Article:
Lawmakers in the nation’s capital were seeing white on Wednesday when more than 1,000 osteopathic physicians and medical students marched on Capitol Hill to advocate for continued federal funding of graduate medical education in Teaching Health Centers (THCs), the small, often rural sites that train residents to become primary care physicians in underserved communities.
Federal funding for Teaching Health Centers was established with the Affordable Care Act. The Medicare Access and CHIP Reauthorization Act of 2015 provided $60 million per year for THC GME for 2016 and 2017, though this year’s funding will sunset in September. DOs and medical students urged lawmakers to sponsor legislation to continue, and expand, federal funding for THC GME, noting that these residency positions put primary care physicians in areas where access to care is often limited.
“More than 70% of new physicians remain in the area where they complete their residency training, which means we have the opportunity to bring doctors to communities where they are most needed,” says AOA President Boyd R. Buser, DO. “This type of policy solution not only addresses the primary care shortage, it also helps ensure that rural Americans have access to care in their area.”
There are currently more than 740 residents at nearly 60 THCs in 27 states and Washington, DC. These positions are mainly funded by the Health Resources and Services Administration. The U.S. currently has a shortage of GME positions, which means these slots are even more important to preserve. Also, more than half of these residency programs are osteopathic.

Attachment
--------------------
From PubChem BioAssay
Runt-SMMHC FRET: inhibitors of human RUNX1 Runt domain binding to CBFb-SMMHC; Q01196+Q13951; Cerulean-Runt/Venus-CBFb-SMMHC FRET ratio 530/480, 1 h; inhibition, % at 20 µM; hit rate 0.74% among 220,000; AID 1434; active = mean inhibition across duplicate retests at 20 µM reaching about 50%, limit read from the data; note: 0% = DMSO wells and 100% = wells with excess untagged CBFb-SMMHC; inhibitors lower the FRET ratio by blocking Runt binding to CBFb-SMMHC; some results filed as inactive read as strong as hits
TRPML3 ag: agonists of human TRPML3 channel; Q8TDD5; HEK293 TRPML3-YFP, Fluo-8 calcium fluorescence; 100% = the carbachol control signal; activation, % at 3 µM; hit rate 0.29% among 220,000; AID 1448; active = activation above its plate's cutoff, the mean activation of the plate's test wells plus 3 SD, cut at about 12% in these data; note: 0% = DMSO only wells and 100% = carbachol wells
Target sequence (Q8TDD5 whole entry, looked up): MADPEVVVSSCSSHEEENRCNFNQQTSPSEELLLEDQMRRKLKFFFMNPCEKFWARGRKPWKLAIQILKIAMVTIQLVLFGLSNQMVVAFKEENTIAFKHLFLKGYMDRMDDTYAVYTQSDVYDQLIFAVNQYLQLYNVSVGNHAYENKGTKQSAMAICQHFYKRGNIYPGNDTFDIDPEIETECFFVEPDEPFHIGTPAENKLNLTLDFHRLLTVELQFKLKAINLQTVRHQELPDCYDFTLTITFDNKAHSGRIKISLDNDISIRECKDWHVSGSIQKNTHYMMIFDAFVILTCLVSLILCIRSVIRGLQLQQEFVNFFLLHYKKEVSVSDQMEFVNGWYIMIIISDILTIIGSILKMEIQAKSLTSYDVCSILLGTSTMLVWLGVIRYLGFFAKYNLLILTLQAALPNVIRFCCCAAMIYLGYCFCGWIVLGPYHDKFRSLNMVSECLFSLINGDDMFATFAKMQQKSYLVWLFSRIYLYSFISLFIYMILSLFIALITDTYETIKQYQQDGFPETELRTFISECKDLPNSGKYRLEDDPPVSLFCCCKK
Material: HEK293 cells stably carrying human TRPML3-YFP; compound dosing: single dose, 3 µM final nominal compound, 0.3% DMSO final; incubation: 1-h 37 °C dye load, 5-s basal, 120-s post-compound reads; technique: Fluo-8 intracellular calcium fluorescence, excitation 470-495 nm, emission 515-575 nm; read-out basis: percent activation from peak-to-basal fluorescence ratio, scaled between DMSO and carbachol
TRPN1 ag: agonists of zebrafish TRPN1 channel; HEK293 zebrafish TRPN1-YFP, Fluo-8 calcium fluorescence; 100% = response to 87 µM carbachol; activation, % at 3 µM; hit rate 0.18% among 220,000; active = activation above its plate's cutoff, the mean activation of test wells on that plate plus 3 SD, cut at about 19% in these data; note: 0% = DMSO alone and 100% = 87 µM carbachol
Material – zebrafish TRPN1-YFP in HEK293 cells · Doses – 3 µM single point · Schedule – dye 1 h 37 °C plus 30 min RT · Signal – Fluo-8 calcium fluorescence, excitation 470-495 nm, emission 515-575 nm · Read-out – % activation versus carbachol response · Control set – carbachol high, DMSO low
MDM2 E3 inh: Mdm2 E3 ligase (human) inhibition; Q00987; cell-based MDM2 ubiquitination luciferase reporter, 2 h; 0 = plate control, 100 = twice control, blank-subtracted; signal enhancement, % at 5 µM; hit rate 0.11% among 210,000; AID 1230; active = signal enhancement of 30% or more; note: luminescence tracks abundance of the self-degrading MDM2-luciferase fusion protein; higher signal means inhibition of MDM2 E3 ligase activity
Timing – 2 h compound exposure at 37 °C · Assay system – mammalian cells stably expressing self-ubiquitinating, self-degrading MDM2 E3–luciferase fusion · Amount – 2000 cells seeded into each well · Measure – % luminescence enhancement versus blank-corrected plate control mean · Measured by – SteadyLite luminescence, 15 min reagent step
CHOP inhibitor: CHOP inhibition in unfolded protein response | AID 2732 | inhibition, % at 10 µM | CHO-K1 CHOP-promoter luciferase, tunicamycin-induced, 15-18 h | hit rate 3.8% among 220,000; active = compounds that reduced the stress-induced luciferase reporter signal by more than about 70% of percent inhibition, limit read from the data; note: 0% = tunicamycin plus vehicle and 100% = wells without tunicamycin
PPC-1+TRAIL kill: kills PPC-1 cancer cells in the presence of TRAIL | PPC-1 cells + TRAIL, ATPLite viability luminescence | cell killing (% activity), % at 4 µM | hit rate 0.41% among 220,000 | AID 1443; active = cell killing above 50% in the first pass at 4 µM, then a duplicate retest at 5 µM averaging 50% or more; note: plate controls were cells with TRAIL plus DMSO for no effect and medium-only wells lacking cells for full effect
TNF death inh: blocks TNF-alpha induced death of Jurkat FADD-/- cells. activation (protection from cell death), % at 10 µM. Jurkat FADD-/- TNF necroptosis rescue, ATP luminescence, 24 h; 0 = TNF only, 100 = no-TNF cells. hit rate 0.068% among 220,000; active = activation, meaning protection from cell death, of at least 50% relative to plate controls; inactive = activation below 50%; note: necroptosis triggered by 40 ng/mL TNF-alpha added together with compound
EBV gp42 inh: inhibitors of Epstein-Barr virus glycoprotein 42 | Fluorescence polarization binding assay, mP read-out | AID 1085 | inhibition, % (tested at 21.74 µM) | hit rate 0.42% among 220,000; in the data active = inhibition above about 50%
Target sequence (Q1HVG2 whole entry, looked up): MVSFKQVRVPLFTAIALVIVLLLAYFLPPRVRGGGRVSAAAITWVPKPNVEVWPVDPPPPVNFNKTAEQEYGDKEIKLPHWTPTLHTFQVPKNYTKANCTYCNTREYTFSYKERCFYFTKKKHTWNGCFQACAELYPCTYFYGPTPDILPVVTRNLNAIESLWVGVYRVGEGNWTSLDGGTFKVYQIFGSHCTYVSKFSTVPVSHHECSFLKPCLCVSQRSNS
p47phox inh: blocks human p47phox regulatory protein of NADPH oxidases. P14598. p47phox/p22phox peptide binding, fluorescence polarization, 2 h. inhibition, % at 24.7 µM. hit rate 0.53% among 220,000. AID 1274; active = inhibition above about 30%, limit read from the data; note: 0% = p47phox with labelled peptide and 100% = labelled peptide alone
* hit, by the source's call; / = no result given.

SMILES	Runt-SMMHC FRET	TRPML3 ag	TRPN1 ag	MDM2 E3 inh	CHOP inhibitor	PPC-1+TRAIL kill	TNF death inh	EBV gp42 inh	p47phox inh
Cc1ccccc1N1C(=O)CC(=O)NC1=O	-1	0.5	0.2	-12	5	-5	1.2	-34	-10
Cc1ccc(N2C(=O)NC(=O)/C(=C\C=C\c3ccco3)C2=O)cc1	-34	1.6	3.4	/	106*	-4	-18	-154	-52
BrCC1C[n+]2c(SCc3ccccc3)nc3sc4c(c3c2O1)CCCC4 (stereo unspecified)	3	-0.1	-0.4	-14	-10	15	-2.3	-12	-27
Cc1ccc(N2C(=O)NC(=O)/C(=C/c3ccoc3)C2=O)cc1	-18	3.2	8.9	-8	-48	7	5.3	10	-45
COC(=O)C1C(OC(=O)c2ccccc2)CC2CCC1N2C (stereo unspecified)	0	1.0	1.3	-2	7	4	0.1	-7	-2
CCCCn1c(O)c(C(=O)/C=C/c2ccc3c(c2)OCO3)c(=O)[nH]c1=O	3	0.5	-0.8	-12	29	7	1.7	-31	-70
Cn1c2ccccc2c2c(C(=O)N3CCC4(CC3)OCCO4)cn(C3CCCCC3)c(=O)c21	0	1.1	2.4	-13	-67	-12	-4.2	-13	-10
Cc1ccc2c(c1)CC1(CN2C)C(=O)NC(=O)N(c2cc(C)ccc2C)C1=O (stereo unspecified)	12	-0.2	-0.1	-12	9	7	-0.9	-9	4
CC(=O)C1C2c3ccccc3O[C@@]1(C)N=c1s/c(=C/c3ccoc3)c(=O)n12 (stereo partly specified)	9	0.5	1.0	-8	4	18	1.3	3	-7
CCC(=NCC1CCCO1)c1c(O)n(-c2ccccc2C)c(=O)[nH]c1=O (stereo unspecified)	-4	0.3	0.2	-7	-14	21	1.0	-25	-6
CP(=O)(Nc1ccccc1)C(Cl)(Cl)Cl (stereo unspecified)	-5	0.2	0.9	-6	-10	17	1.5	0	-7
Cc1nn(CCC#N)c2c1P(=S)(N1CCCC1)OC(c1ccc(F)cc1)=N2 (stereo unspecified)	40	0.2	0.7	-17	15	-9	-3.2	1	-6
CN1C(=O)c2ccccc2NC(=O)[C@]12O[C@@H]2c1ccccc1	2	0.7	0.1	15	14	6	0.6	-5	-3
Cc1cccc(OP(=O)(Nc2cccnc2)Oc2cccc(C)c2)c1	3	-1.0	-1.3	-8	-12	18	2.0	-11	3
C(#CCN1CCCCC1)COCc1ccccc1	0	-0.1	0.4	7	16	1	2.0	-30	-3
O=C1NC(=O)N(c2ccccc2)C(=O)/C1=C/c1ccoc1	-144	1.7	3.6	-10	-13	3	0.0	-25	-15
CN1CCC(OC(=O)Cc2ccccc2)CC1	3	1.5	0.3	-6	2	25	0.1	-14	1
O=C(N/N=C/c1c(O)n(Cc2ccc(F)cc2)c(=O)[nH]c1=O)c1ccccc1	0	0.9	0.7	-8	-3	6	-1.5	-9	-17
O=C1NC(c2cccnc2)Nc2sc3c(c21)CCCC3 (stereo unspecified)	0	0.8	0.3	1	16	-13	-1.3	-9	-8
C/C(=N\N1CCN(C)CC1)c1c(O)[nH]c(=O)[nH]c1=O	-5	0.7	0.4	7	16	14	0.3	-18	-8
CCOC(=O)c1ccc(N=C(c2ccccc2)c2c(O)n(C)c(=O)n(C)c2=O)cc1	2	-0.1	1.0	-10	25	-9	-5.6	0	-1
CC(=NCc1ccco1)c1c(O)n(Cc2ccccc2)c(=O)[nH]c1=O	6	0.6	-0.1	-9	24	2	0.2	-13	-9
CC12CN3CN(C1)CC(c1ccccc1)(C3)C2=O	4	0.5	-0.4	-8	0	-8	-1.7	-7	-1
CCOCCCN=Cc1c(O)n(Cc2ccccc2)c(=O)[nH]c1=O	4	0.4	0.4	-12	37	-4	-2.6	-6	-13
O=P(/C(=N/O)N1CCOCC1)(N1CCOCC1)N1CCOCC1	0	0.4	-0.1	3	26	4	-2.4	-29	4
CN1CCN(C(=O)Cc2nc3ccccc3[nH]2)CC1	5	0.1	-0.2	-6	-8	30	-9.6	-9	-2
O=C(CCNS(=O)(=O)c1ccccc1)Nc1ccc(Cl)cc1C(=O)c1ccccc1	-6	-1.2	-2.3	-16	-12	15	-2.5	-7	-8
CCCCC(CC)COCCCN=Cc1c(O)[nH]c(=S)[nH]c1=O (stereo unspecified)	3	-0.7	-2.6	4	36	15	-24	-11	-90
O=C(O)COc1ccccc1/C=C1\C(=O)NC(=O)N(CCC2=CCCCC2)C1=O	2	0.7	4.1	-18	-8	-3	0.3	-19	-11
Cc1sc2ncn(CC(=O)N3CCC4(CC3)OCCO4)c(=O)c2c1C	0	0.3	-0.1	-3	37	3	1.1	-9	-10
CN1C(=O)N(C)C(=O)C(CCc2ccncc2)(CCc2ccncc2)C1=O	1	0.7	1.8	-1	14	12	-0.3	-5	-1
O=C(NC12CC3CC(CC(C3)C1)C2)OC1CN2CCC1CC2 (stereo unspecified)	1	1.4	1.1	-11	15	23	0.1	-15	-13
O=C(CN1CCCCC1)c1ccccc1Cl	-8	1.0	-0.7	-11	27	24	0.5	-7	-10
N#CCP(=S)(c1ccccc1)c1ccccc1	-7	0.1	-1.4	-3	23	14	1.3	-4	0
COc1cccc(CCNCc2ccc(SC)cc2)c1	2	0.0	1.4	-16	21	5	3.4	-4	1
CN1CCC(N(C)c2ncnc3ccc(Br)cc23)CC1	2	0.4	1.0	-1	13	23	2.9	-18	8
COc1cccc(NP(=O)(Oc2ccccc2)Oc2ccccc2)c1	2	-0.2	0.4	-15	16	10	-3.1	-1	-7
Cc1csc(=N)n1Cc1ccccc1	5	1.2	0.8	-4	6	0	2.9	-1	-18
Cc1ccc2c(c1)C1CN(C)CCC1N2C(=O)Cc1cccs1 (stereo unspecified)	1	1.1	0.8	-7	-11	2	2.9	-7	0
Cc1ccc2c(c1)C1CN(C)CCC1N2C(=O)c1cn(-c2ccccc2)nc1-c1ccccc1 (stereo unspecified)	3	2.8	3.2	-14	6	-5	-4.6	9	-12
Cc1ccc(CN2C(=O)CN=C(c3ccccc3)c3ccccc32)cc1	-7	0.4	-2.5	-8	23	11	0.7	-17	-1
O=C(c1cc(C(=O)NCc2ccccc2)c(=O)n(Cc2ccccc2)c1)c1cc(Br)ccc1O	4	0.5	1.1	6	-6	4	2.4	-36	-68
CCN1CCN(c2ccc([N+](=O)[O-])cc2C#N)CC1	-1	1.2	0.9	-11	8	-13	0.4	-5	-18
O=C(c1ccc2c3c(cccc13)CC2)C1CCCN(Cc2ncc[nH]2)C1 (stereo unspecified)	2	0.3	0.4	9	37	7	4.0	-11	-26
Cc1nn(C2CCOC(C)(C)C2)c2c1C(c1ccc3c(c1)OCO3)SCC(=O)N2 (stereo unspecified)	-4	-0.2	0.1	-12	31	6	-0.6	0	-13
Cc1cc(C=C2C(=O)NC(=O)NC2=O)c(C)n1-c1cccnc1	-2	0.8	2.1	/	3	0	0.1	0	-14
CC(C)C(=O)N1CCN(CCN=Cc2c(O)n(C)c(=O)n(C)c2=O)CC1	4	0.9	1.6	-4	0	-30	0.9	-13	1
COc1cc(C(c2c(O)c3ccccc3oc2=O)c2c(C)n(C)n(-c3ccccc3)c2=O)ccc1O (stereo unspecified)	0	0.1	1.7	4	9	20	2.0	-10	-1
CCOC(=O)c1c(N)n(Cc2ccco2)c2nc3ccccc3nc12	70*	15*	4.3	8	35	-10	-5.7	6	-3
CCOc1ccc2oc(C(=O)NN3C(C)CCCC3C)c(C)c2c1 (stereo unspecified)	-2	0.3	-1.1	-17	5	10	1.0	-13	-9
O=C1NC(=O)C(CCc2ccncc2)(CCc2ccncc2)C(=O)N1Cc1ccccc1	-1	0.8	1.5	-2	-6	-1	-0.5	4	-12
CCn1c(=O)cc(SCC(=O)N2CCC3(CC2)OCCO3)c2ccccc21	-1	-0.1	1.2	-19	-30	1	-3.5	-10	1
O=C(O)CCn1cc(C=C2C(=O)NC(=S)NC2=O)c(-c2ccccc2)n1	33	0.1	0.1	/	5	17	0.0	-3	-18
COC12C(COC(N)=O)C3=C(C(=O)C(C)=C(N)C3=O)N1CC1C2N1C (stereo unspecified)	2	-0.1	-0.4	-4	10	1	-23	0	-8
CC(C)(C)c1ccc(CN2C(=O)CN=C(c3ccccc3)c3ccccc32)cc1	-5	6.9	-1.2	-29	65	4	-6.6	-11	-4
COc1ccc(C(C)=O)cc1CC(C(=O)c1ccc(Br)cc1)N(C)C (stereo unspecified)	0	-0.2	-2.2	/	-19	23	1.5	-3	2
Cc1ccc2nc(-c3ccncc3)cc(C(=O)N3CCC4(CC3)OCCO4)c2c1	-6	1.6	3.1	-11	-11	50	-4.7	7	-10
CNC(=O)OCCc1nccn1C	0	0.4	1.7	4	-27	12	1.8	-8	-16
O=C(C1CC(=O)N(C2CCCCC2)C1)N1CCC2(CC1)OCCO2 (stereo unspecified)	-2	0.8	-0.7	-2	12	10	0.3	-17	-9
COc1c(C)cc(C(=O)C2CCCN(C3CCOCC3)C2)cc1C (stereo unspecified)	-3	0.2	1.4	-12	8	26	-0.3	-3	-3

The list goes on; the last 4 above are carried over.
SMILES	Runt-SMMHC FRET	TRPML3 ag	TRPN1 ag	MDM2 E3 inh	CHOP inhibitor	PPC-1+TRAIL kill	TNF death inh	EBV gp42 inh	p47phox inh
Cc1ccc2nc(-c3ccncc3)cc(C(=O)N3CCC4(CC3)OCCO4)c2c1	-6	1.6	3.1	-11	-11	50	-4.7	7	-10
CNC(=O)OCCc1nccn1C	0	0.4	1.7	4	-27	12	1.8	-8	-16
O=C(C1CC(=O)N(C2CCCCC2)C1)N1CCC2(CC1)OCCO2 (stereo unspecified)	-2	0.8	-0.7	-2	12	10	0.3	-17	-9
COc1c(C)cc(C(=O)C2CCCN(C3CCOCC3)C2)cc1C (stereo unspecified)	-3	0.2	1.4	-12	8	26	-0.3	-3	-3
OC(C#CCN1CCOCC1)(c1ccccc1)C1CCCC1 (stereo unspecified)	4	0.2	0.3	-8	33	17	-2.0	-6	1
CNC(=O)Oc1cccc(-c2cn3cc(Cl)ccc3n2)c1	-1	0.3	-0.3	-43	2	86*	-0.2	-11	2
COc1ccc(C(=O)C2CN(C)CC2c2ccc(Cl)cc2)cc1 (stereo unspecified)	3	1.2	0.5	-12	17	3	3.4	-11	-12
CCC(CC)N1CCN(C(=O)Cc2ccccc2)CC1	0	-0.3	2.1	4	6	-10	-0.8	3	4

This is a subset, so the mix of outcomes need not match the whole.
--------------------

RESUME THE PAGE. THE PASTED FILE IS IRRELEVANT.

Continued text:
John Sealey, DO, is the director of medical education for Authority Health, a teaching health center in Detroit. Dr. Sealey helped create Authority Health’s residency programs, which now train 71 residents. Teaching health center residency positions are different from hospital-based residency positions in that they are run by nonprofit or community organizations and there’s often more freedom to innovate and flexibility to respond to the needs of the community, Dr. Sealey says.
“We have made our residency programs reflect what is needed in the community,” Dr. Sealey says, noting that his residents receive extra training in, and earn a certificate in, population health. “Our residents become familiar with and understand the resources in this community, so they can better connect patients with them. When our residents are done, they’ll be totally practice-ready for this area and won’t need to learn on the job.”
Dr. Sealey traveled to DC to spend DO Day meeting with his representatives and explaining to them the vital community care his residents are being trained to provide. He also will speak on a panel with media about the importance of teaching health center GME.
Also in DC Wednesday was Valerie Sheridan, DO, director of clinical education for A.T. Still University-School of Osteopathic Medicine in Arizona, which embeds all students in community health centers for clinical training starting in their second year. Many of the school’s students train in teaching health centers.
“The funding for these THC residencies flows directly to the residency programs instead of to the large teaching hospitals,” Dr. Sheridan notes. “This allows primary care residents to train in the setting in which they are more likely to practice. This opportunity better prepares residents for practice and can increase the likelihood of residents opting to remain in high-priority shortage areas after finishing their training.”